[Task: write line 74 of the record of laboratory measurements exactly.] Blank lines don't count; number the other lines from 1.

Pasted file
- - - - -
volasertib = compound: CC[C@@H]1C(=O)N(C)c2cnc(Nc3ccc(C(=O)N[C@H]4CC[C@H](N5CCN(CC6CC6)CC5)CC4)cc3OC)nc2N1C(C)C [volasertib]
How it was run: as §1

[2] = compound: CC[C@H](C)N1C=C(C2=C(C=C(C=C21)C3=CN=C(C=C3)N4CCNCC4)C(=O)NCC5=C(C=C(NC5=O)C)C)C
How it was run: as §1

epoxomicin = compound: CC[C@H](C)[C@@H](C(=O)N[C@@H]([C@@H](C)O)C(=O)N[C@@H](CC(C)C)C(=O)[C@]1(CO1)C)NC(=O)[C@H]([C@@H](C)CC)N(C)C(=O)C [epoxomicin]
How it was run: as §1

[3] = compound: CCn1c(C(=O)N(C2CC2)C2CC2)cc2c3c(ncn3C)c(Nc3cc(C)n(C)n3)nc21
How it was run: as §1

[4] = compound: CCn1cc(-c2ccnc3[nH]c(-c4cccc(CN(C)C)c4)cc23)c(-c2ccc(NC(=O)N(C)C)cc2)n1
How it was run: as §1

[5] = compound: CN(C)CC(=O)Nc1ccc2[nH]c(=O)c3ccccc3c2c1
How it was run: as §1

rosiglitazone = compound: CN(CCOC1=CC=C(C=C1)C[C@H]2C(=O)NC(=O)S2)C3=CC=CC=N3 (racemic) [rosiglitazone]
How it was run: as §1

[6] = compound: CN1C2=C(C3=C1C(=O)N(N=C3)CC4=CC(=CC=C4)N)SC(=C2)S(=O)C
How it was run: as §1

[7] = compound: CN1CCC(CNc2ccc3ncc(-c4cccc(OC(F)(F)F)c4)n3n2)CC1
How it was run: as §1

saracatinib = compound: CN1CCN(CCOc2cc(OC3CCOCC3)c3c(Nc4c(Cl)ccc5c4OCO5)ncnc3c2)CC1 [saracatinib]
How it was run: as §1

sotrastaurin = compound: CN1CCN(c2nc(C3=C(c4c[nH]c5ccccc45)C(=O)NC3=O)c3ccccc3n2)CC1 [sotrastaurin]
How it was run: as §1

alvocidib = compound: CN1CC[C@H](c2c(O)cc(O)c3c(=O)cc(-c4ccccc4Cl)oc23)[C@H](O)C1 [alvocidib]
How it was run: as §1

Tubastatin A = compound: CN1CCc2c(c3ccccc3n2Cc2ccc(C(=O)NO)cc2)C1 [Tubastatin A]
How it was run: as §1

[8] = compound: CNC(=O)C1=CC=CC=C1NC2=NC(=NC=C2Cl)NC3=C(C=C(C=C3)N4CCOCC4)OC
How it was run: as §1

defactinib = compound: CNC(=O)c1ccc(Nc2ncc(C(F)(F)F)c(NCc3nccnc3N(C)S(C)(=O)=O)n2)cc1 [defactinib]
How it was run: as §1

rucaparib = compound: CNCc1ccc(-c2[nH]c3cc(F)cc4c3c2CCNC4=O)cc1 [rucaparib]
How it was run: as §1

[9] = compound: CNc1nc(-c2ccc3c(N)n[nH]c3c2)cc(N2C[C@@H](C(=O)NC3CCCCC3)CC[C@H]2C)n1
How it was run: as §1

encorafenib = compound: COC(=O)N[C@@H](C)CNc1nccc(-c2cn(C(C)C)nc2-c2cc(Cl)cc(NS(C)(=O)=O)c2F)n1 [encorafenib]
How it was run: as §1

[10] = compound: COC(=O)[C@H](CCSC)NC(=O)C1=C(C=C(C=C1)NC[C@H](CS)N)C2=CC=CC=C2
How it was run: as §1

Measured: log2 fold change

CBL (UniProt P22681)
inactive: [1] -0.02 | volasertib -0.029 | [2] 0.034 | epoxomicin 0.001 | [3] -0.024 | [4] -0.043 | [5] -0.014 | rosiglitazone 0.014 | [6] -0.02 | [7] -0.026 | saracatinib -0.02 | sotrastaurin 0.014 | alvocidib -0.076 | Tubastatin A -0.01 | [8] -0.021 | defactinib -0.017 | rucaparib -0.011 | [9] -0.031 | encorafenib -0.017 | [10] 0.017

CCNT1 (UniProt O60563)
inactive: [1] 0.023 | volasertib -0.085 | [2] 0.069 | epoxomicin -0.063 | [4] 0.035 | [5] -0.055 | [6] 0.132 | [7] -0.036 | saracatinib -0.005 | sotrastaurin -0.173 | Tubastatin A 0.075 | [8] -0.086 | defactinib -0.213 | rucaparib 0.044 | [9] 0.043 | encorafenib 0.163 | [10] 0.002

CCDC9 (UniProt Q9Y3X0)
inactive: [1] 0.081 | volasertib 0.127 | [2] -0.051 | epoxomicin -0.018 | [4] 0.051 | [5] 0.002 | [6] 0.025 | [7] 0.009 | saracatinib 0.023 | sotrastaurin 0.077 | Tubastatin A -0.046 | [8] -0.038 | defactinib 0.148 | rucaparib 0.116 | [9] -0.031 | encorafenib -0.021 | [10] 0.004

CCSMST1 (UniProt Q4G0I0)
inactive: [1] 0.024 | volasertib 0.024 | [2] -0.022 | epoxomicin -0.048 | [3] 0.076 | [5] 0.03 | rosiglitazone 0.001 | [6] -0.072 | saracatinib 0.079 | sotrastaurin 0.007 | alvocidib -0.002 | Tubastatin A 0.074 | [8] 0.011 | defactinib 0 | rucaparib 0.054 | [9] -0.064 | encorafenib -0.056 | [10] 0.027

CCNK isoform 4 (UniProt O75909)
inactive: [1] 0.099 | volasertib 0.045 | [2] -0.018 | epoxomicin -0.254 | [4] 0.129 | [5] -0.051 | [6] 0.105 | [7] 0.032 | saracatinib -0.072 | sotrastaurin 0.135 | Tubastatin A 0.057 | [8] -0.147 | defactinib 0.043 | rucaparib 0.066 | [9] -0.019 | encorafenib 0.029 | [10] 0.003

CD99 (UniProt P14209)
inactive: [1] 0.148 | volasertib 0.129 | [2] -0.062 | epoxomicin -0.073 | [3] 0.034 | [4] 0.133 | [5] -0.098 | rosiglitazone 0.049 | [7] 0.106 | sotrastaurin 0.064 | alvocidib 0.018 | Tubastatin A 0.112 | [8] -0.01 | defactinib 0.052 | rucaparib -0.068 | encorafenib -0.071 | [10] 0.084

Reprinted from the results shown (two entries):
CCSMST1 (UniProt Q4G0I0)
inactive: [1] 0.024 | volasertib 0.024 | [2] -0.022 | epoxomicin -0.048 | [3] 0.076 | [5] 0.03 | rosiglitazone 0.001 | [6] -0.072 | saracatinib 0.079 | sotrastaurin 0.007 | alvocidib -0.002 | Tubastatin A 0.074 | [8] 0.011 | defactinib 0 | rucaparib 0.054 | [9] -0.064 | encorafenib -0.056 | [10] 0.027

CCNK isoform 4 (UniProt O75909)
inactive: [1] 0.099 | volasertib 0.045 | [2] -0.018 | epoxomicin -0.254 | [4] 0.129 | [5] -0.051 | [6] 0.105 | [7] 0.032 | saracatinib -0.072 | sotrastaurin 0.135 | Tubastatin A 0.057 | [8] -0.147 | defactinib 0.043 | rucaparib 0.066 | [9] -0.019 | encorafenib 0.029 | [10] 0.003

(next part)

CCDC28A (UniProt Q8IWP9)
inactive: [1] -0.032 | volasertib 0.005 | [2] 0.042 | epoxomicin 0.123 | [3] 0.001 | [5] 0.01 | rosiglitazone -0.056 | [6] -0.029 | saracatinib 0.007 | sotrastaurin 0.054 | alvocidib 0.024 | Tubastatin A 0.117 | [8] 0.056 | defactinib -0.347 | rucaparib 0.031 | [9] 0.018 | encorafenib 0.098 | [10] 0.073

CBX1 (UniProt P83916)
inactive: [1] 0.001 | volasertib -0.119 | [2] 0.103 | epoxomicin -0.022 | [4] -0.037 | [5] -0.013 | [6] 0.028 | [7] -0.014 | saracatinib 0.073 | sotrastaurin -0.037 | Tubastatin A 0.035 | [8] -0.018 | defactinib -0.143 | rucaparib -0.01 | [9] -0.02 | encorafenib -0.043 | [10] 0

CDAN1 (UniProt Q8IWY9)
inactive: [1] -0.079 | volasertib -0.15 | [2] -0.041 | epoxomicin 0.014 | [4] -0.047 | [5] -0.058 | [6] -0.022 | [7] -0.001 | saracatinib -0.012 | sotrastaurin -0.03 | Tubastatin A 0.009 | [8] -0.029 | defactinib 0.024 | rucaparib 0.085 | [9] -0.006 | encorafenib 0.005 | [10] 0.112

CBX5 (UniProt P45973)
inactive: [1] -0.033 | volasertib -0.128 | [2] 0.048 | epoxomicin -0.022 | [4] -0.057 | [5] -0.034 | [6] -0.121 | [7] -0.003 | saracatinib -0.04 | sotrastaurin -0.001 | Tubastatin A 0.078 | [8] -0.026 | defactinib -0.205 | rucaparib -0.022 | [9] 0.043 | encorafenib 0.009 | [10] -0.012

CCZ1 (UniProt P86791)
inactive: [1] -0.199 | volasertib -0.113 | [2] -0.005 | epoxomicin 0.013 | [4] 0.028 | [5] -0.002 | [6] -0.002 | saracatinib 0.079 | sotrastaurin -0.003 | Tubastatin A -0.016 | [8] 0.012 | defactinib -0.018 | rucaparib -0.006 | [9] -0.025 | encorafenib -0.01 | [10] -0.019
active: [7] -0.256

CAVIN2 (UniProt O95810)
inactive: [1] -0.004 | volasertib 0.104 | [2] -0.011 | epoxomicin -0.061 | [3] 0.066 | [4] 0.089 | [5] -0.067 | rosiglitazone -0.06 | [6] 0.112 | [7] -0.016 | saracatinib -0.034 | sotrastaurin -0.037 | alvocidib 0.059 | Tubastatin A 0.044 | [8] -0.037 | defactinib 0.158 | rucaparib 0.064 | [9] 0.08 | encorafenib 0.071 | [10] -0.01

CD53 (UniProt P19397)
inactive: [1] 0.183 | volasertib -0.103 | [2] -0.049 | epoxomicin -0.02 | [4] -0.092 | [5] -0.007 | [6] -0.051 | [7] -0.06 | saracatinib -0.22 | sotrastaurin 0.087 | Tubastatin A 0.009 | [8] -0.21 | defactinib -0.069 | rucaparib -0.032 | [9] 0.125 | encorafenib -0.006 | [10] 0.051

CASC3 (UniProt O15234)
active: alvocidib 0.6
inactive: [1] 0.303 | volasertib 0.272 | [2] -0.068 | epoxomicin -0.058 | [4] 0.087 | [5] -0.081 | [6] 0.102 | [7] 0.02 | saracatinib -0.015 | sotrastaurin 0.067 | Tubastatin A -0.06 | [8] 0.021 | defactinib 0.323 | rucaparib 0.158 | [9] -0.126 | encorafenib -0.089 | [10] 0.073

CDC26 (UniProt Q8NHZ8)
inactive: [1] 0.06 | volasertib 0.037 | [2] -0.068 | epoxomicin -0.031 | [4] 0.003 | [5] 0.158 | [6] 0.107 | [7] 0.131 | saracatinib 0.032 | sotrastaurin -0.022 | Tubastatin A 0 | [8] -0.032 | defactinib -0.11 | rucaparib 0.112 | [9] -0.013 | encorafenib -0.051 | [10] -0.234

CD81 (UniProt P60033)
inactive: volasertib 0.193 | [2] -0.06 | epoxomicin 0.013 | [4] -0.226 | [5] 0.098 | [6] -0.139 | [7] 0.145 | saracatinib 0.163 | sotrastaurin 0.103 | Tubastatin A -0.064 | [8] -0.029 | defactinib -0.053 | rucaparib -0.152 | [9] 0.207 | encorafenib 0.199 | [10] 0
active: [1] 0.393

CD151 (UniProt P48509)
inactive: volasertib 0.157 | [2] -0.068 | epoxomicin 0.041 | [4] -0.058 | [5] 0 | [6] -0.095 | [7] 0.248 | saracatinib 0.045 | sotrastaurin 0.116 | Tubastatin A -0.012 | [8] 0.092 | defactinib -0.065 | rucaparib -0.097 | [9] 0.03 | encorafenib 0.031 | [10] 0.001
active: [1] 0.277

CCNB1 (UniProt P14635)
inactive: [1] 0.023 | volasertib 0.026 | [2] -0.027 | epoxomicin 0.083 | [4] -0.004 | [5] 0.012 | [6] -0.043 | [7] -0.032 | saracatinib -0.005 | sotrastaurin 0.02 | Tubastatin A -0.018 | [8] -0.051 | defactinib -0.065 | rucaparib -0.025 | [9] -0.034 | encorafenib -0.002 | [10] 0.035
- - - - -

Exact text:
active: alvocidib 0.6